- Quick post for my readers who get confused over what it means when someone tells you you’re X amount of times removed. Read this article from Ancestry that explains why and how it happens.
DNA Cousins Are A Special Breed And It’s Harder To Determine A Surname Connection
I have three different DNA results on 23andMe for my brother, me and my husband Jim and my email address is used for cousin connection for all three. I’ve also uploaded our raw data to GedMatch that also includes a way to connect as well via email. Three results to maintain and cousins contacting me makes for a bit of confusion because…
- They don’t consider that there might be one person maintaining multiple profiles for family members. [Include which person’s DNA profile you were looking at].
- Their message is so cryptic and lacking in even the basic details like how they think there might be a connection. Just this week I got an email that said, “We’re cousins! Welcome to our ever growing family tree.” Huh? [At least try to add your main surnames so we can check our family tree index. I don’t have a memory of each of my thousands of surnames].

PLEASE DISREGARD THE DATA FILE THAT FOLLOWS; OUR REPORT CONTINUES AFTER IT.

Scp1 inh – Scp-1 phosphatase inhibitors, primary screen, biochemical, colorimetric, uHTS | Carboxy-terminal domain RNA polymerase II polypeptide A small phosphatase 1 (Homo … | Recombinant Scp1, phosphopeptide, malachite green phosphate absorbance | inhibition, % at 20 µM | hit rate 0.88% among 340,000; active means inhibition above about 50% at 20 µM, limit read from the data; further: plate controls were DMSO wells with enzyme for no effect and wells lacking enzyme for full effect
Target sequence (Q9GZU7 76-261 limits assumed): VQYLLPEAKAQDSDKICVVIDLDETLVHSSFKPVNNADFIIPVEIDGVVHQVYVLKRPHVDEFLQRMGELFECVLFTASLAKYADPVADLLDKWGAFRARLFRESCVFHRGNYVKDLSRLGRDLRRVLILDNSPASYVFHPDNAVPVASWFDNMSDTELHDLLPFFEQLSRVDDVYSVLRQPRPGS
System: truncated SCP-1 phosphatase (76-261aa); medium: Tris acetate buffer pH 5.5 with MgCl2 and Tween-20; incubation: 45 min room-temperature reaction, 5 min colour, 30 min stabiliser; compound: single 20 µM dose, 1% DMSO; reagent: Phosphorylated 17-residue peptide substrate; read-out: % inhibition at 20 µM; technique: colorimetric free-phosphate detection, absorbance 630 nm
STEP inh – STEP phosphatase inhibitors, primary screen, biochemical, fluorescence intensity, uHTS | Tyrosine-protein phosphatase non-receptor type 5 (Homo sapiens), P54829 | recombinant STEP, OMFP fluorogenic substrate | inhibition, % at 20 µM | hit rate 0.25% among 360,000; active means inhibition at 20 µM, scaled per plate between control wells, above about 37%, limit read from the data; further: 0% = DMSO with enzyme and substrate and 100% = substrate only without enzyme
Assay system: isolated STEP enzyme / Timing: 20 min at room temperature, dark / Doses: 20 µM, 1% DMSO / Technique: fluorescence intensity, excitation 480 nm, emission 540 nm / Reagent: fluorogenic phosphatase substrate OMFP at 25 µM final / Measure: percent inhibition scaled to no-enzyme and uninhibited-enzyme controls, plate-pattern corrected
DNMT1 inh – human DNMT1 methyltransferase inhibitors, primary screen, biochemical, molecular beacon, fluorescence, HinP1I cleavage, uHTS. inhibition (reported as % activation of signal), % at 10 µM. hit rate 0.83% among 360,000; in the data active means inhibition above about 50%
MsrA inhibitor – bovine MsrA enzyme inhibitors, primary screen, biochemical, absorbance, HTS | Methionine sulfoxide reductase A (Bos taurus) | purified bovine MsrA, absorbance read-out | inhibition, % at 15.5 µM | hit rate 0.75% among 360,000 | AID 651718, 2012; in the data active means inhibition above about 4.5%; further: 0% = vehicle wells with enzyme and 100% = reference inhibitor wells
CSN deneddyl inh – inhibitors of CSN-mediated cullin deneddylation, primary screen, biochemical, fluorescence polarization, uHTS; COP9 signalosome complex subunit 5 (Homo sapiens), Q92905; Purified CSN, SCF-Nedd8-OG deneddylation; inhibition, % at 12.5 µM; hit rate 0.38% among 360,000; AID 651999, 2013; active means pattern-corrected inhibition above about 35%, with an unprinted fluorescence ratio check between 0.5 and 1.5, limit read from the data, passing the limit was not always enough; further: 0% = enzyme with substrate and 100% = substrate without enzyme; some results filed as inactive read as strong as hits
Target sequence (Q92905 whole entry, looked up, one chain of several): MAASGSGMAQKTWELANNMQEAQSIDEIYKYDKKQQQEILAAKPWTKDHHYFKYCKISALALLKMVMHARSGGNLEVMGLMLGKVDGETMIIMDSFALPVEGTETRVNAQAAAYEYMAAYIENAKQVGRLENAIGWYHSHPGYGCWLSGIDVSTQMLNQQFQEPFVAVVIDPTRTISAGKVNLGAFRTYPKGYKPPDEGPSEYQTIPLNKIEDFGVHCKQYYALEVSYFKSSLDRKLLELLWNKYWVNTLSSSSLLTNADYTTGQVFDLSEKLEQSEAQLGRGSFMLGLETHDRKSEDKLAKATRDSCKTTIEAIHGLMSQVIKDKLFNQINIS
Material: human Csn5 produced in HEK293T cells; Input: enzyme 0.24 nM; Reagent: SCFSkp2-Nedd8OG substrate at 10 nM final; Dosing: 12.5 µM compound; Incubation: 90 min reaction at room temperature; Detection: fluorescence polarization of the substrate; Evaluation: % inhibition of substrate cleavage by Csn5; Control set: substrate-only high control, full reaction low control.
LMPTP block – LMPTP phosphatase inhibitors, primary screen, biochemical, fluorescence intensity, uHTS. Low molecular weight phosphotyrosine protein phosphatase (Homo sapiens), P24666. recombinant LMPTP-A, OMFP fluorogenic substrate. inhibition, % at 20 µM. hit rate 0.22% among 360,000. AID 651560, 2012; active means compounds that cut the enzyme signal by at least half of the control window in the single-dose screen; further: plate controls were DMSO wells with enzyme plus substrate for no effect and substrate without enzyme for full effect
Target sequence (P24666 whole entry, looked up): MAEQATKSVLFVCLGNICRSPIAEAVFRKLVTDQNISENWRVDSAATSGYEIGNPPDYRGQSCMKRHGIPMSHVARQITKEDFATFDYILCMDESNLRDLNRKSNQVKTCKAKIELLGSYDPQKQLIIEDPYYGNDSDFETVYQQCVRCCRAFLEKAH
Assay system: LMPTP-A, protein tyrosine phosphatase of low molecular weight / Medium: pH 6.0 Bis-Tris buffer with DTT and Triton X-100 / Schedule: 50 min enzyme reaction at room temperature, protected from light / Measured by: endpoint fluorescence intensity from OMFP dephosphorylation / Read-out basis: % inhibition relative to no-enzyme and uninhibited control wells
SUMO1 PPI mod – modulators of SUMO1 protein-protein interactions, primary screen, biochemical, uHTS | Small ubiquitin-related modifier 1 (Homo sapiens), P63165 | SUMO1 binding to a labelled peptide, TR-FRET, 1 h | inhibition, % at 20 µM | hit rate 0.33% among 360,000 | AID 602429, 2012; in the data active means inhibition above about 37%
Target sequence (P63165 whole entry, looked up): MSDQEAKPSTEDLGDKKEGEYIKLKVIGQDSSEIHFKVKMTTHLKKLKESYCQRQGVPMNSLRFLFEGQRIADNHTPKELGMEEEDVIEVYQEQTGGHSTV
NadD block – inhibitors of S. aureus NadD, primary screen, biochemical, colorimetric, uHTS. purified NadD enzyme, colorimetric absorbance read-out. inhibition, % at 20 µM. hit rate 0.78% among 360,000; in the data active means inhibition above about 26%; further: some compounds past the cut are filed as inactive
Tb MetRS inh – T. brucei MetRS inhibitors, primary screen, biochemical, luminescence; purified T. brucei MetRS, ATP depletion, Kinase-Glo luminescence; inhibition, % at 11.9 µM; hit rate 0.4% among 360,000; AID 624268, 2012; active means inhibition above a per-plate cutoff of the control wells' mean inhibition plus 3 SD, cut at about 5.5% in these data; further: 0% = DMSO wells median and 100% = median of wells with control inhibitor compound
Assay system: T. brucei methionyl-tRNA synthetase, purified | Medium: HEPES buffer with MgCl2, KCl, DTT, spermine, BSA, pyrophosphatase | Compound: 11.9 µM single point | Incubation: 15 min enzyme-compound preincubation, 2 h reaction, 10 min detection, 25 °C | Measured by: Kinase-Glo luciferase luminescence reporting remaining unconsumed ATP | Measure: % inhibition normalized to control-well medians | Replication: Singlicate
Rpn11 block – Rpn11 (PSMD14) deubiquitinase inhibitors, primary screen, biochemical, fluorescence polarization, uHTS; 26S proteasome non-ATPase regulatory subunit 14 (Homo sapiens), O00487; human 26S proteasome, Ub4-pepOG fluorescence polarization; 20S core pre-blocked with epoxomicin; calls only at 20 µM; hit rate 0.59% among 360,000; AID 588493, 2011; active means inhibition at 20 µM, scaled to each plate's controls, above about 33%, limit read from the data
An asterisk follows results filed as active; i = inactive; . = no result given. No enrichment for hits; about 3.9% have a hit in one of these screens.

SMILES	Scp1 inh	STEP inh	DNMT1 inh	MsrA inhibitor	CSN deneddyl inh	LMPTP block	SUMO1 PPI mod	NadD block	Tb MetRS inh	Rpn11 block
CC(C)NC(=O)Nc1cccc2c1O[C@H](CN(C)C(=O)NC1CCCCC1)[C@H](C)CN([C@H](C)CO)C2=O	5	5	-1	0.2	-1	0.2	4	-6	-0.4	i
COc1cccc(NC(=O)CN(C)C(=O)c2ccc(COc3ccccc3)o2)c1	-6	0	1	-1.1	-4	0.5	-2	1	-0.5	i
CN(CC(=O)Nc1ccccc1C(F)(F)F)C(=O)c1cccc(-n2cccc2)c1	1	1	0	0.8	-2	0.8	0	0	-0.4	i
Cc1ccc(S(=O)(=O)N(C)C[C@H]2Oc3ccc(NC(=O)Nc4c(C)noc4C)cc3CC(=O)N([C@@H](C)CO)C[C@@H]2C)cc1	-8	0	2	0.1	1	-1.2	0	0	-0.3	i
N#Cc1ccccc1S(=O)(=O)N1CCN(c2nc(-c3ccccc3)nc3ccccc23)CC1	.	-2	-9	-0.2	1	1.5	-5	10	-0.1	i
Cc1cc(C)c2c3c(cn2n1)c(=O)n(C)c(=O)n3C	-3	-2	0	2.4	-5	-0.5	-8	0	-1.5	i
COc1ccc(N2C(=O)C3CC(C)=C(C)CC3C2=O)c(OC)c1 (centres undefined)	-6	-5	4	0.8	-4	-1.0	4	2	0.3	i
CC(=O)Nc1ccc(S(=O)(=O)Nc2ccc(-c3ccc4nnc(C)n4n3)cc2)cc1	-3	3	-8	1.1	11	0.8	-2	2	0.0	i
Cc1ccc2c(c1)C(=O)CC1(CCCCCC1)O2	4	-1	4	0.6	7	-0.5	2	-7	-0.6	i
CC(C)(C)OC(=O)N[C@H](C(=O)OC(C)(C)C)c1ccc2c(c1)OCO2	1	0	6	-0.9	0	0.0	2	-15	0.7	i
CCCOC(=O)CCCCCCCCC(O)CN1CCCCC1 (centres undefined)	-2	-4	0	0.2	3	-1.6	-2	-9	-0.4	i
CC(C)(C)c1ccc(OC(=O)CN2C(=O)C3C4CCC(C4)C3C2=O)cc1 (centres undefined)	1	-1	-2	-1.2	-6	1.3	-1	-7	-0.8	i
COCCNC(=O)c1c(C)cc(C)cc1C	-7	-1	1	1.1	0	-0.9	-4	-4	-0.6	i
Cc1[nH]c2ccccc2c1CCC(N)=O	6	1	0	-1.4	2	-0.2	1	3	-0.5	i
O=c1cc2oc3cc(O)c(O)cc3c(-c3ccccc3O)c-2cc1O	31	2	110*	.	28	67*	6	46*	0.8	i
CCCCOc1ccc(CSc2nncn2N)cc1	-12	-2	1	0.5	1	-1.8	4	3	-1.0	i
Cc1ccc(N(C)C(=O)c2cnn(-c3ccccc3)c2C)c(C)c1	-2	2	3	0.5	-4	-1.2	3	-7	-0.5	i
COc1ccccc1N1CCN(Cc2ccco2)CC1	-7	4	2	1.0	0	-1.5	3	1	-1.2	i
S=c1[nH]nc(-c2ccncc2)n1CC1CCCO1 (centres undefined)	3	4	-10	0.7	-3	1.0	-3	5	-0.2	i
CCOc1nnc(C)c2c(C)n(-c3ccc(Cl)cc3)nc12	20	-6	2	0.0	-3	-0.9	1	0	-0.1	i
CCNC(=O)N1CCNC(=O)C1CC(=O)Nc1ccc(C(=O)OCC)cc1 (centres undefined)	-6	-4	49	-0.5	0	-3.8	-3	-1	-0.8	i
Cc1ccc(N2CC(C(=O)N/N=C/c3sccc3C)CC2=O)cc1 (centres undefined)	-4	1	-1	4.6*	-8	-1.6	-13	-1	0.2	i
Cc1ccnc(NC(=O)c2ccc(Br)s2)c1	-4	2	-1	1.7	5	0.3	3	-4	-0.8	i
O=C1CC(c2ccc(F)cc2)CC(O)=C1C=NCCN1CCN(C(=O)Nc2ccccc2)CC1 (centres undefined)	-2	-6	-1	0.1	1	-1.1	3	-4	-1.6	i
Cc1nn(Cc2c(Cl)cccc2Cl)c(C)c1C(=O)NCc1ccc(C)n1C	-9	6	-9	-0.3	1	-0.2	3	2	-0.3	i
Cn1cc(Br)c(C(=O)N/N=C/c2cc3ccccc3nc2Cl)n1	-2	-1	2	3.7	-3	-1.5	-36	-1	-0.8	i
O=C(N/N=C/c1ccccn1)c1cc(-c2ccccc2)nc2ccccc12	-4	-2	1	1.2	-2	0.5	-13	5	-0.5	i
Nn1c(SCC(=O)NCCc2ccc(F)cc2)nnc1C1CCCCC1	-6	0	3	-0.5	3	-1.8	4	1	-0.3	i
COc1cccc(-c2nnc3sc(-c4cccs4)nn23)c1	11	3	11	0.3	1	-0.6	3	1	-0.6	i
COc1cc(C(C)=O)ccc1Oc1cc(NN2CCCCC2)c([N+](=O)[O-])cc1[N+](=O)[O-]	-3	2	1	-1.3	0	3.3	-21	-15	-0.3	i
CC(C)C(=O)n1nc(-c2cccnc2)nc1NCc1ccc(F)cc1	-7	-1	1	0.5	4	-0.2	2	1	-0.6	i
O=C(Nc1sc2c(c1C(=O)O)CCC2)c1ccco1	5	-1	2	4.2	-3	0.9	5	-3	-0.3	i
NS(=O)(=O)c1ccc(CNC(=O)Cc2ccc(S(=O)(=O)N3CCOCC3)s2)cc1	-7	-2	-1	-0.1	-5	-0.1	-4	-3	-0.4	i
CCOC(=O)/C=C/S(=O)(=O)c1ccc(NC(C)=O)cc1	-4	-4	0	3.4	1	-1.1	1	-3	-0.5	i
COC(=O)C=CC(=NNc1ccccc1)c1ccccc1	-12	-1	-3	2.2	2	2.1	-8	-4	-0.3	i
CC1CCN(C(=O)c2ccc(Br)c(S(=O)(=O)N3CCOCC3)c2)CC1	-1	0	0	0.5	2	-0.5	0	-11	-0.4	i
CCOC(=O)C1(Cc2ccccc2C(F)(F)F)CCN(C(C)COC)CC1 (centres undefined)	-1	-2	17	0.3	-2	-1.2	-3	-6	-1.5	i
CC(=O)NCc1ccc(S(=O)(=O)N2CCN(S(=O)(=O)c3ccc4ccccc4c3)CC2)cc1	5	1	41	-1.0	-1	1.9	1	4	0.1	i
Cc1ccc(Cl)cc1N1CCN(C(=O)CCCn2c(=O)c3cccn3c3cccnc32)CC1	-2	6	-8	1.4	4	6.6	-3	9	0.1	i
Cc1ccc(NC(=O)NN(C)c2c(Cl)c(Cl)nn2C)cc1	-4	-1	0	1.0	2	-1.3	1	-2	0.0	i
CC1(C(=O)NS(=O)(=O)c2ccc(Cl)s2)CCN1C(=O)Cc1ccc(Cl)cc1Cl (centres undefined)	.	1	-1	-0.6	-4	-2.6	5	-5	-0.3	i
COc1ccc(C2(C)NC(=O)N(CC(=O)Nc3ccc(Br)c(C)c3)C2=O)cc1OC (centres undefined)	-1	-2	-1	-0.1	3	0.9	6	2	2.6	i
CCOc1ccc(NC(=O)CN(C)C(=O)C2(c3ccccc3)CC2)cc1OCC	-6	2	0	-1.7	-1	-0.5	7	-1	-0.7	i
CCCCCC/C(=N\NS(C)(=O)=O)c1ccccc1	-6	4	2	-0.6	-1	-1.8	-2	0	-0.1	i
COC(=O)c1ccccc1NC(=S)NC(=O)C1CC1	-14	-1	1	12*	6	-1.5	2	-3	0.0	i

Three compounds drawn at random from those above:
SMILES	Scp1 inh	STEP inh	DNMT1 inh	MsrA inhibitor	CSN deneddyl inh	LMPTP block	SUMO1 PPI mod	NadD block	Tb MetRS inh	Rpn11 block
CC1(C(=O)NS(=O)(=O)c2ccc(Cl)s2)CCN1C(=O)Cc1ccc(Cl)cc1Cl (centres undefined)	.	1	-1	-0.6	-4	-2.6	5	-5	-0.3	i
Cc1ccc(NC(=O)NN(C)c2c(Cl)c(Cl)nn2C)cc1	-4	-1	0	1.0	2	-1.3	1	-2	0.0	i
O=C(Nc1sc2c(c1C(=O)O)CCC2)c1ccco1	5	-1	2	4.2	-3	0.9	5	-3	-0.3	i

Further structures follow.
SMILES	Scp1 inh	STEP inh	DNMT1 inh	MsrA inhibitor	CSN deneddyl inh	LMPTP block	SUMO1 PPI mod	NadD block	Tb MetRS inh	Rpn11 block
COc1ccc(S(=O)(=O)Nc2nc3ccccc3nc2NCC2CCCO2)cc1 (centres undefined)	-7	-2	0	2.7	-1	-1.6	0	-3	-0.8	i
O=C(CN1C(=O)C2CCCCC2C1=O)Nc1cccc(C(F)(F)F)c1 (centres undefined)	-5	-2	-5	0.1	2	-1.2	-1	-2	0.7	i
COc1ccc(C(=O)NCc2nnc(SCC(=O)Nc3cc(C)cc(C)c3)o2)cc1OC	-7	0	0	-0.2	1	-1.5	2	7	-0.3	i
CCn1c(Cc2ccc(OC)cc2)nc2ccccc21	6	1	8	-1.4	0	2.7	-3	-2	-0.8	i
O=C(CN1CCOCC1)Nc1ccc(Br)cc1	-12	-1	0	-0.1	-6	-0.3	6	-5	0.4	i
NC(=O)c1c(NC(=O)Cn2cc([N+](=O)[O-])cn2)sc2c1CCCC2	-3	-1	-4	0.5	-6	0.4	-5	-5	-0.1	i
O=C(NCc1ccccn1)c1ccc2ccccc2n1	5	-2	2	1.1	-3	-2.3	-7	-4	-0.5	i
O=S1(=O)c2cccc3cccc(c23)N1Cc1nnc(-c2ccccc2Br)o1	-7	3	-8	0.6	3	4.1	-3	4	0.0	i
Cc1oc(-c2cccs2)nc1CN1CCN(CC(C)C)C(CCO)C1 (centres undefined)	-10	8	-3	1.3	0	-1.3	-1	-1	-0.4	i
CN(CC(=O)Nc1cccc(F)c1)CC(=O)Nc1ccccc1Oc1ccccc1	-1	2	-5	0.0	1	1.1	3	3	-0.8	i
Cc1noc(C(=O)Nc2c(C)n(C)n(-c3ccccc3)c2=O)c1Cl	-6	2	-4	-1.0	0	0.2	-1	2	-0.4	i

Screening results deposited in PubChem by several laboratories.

- It doesn’t occur to them to further the possibility of proving a connection by also including their family tree on a site like Ancestry for comparison. [How can we connect if we don’t have any way to compare surnames? Let’s make it as easy as possible to do that.]
Make a small flow chart to post near your computer so you remember to include as much as you can in correspondence. Include as much personal information as you’re comfortable sharing (First and last name, email address where you can be contacted; a link to your tree where it can be viewed online; your website or blog address, etc.)
Source for Cousin Relationship chart “Defining Cousins.” Defining Cousins. N.p., n.d. Web. 12 Feb. 2015. Rootsweb/Ancestry